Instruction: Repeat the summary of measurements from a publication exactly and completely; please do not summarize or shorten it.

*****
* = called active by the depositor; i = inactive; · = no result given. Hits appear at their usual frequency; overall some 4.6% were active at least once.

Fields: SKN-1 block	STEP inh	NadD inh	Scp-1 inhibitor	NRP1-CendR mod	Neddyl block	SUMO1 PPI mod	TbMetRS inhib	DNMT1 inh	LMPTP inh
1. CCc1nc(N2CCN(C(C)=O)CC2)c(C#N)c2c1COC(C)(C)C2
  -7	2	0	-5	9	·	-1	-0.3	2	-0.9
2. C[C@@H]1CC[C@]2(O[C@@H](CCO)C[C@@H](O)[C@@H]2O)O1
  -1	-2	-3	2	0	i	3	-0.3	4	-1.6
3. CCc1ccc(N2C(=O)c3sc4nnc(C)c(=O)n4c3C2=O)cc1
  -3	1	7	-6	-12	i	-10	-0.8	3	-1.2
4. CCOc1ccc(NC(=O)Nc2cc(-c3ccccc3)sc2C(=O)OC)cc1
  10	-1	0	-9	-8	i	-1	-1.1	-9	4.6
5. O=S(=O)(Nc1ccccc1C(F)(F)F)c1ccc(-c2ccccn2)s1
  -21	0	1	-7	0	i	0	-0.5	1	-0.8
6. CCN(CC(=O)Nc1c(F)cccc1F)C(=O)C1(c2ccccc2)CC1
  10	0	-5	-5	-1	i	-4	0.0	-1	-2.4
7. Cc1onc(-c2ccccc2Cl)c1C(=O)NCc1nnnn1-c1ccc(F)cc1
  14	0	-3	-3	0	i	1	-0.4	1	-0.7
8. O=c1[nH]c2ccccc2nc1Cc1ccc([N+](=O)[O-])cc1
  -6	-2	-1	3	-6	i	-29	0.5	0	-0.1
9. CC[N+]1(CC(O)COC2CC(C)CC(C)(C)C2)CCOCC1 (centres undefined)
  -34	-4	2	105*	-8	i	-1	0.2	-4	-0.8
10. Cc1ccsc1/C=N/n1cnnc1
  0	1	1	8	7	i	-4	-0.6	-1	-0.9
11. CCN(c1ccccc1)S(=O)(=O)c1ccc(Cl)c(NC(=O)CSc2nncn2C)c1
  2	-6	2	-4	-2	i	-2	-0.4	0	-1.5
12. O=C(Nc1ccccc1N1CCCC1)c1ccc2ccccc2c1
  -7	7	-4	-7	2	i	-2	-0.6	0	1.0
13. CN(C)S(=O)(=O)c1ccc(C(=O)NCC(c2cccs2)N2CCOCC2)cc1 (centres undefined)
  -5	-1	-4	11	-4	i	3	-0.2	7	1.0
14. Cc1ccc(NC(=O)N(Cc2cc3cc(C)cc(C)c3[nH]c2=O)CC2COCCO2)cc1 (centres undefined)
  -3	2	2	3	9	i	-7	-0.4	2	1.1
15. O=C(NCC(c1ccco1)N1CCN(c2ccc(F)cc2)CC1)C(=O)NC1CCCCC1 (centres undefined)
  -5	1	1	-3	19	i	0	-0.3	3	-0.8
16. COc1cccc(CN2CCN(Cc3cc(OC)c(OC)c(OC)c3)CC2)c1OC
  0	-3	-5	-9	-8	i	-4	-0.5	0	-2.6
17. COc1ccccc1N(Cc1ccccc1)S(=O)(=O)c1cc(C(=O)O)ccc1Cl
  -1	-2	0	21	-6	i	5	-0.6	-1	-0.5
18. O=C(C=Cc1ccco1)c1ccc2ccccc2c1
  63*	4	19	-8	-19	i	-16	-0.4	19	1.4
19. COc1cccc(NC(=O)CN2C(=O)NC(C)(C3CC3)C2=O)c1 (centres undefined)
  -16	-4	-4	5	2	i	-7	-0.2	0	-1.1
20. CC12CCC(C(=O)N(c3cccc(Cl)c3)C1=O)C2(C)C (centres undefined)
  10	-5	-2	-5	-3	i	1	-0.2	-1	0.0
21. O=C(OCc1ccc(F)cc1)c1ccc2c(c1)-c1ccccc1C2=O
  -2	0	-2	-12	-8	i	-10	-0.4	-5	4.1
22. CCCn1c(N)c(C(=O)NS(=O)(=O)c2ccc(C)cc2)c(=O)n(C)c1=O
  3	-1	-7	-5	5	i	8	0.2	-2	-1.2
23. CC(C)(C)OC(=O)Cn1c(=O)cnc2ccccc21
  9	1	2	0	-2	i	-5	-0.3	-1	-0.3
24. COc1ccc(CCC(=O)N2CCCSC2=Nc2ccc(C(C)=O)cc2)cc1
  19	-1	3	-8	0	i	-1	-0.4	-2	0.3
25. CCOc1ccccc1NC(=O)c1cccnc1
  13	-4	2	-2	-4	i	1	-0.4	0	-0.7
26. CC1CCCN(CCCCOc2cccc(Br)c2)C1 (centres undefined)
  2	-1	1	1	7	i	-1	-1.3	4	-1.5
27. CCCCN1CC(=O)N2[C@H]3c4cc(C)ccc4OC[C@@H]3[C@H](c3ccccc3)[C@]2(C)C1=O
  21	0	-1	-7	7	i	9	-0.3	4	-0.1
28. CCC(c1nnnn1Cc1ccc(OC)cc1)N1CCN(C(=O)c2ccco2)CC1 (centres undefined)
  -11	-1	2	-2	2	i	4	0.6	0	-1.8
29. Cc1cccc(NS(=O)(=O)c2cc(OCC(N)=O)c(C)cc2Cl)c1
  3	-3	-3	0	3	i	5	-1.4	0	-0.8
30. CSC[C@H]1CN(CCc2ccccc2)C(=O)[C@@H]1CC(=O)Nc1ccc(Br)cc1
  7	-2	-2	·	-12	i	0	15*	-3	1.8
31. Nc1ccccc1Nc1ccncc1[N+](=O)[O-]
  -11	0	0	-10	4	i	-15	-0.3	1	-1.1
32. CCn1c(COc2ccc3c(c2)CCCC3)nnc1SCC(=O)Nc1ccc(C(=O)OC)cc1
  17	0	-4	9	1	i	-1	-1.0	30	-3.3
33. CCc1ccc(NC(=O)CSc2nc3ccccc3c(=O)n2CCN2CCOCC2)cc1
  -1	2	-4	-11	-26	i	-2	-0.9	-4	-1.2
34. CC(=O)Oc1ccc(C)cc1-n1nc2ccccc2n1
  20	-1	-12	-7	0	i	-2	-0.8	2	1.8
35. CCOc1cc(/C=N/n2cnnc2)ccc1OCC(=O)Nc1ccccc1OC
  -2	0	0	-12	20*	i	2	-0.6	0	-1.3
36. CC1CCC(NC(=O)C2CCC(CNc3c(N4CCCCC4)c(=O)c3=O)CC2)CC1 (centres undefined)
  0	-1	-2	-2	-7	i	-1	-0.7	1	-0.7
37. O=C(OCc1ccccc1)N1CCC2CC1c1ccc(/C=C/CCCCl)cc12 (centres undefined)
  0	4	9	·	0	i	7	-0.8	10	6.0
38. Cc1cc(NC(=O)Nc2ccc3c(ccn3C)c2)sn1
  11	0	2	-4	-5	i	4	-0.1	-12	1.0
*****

* = called active by the depositor; i = inactive; · = no result given. Hits appear at their usual frequency; overall some 4.6% were active at least once.

Fields: SKN-1 block	STEP inh	NadD inh	Scp-1 inhibitor	NRP1-CendR mod	Neddyl block	SUMO1 PPI mod	TbMetRS inhib	DNMT1 inh	LMPTP inh
1. CCc1nc(N2CCN(C(C)=O)CC2)c(C#N)c2c1COC(C)(C)C2
  -7	2	0	-5	9	·	-1	-0.3	2	-0.9
2. C[C@@H]1CC[C@]2(O[C@@H](CCO)C[C@@H](O)[C@@H]2O)O1
  -1	-2	-3	2	0	i	3	-0.3	4	-1.6
3. CCc1ccc(N2C(=O)c3sc4nnc(C)c(=O)n4c3C2=O)cc1
  -3	1	7	-6	-12	i	-10	-0.8	3	-1.2
4. CCOc1ccc(NC(=O)Nc2cc(-c3ccccc3)sc2C(=O)OC)cc1
  10	-1	0	-9	-8	i	-1	-1.1	-9	4.6
5. O=S(=O)(Nc1ccccc1C(F)(F)F)c1ccc(-c2ccccn2)s1
  -21	0	1	-7	0	i	0	-0.5	1	-0.8
6. CCN(CC(=O)Nc1c(F)cccc1F)C(=O)C1(c2ccccc2)CC1
  10	0	-5	-5	-1	i	-4	0.0	-1	-2.4
7. Cc1onc(-c2ccccc2Cl)c1C(=O)NCc1nnnn1-c1ccc(F)cc1
  14	0	-3	-3	0	i	1	-0.4	1	-0.7
8. O=c1[nH]c2ccccc2nc1Cc1ccc([N+](=O)[O-])cc1
  -6	-2	-1	3	-6	i	-29	0.5	0	-0.1
9. CC[N+]1(CC(O)COC2CC(C)CC(C)(C)C2)CCOCC1 (centres undefined)
  -34	-4	2	105*	-8	i	-1	0.2	-4	-0.8
10. Cc1ccsc1/C=N/n1cnnc1
  0	1	1	8	7	i	-4	-0.6	-1	-0.9
11. CCN(c1ccccc1)S(=O)(=O)c1ccc(Cl)c(NC(=O)CSc2nncn2C)c1
  2	-6	2	-4	-2	i	-2	-0.4	0	-1.5
12. O=C(Nc1ccccc1N1CCCC1)c1ccc2ccccc2c1
  -7	7	-4	-7	2	i	-2	-0.6	0	1.0
13. CN(C)S(=O)(=O)c1ccc(C(=O)NCC(c2cccs2)N2CCOCC2)cc1 (centres undefined)
  -5	-1	-4	11	-4	i	3	-0.2	7	1.0
14. Cc1ccc(NC(=O)N(Cc2cc3cc(C)cc(C)c3[nH]c2=O)CC2COCCO2)cc1 (centres undefined)
  -3	2	2	3	9	i	-7	-0.4	2	1.1
15. O=C(NCC(c1ccco1)N1CCN(c2ccc(F)cc2)CC1)C(=O)NC1CCCCC1 (centres undefined)
  -5	1	1	-3	19	i	0	-0.3	3	-0.8
16. COc1cccc(CN2CCN(Cc3cc(OC)c(OC)c(OC)c3)CC2)c1OC
  0	-3	-5	-9	-8	i	-4	-0.5	0	-2.6
17. COc1ccccc1N(Cc1ccccc1)S(=O)(=O)c1cc(C(=O)O)ccc1Cl
  -1	-2	0	21	-6	i	5	-0.6	-1	-0.5
18. O=C(C=Cc1ccco1)c1ccc2ccccc2c1
  63*	4	19	-8	-19	i	-16	-0.4	19	1.4
19. COc1cccc(NC(=O)CN2C(=O)NC(C)(C3CC3)C2=O)c1 (centres undefined)
  -16	-4	-4	5	2	i	-7	-0.2	0	-1.1
20. CC12CCC(C(=O)N(c3cccc(Cl)c3)C1=O)C2(C)C (centres undefined)
  10	-5	-2	-5	-3	i	1	-0.2	-1	0.0
21. O=C(OCc1ccc(F)cc1)c1ccc2c(c1)-c1ccccc1C2=O
  -2	0	-2	-12	-8	i	-10	-0.4	-5	4.1
22. CCCn1c(N)c(C(=O)NS(=O)(=O)c2ccc(C)cc2)c(=O)n(C)c1=O
  3	-1	-7	-5	5	i	8	0.2	-2	-1.2
23. CC(C)(C)OC(=O)Cn1c(=O)cnc2ccccc21
  9	1	2	0	-2	i	-5	-0.3	-1	-0.3
24. COc1ccc(CCC(=O)N2CCCSC2=Nc2ccc(C(C)=O)cc2)cc1
  19	-1	3	-8	0	i	-1	-0.4	-2	0.3
25. CCOc1ccccc1NC(=O)c1cccnc1
  13	-4	2	-2	-4	i	1	-0.4	0	-0.7
26. CC1CCCN(CCCCOc2cccc(Br)c2)C1 (centres undefined)
  2	-1	1	1	7	i	-1	-1.3	4	-1.5
27. CCCCN1CC(=O)N2[C@H]3c4cc(C)ccc4OC[C@@H]3[C@H](c3ccccc3)[C@]2(C)C1=O
  21	0	-1	-7	7	i	9	-0.3	4	-0.1
28. CCC(c1nnnn1Cc1ccc(OC)cc1)N1CCN(C(=O)c2ccco2)CC1 (centres undefined)
  -11	-1	2	-2	2	i	4	0.6	0	-1.8
29. Cc1cccc(NS(=O)(=O)c2cc(OCC(N)=O)c(C)cc2Cl)c1
  3	-3	-3	0	3	i	5	-1.4	0	-0.8
30. CSC[C@H]1CN(CCc2ccccc2)C(=O)[C@@H]1CC(=O)Nc1ccc(Br)cc1
  7	-2	-2	·	-12	i	0	15*	-3	1.8
31. Nc1ccccc1Nc1ccncc1[N+](=O)[O-]
  -11	0	0	-10	4	i	-15	-0.3	1	-1.1
32. CCn1c(COc2ccc3c(c2)CCCC3)nnc1SCC(=O)Nc1ccc(C(=O)OC)cc1
  17	0	-4	9	1	i	-1	-1.0	30	-3.3
33. CCc1ccc(NC(=O)CSc2nc3ccccc3c(=O)n2CCN2CCOCC2)cc1
  -1	2	-4	-11	-26	i	-2	-0.9	-4	-1.2
34. CC(=O)Oc1ccc(C)cc1-n1nc2ccccc2n1
  20	-1	-12	-7	0	i	-2	-0.8	2	1.8
35. CCOc1cc(/C=N/n2cnnc2)ccc1OCC(=O)Nc1ccccc1OC
  -2	0	0	-12	20*	i	2	-0.6	0	-1.3
36. CC1CCC(NC(=O)C2CCC(CNc3c(N4CCCCC4)c(=O)c3=O)CC2)CC1 (centres undefined)
  0	-1	-2	-2	-7	i	-1	-0.7	1	-0.7
37. O=C(OCc1ccccc1)N1CCC2CC1c1ccc(/C=C/CCCCl)cc12 (centres undefined)
  0	4	9	·	0	i	7	-0.8	10	6.0
38. Cc1cc(NC(=O)Nc2ccc3c(ccn3C)c2)sn1
  11	0	2	-4	-5	i	4	-0.1	-12	1.0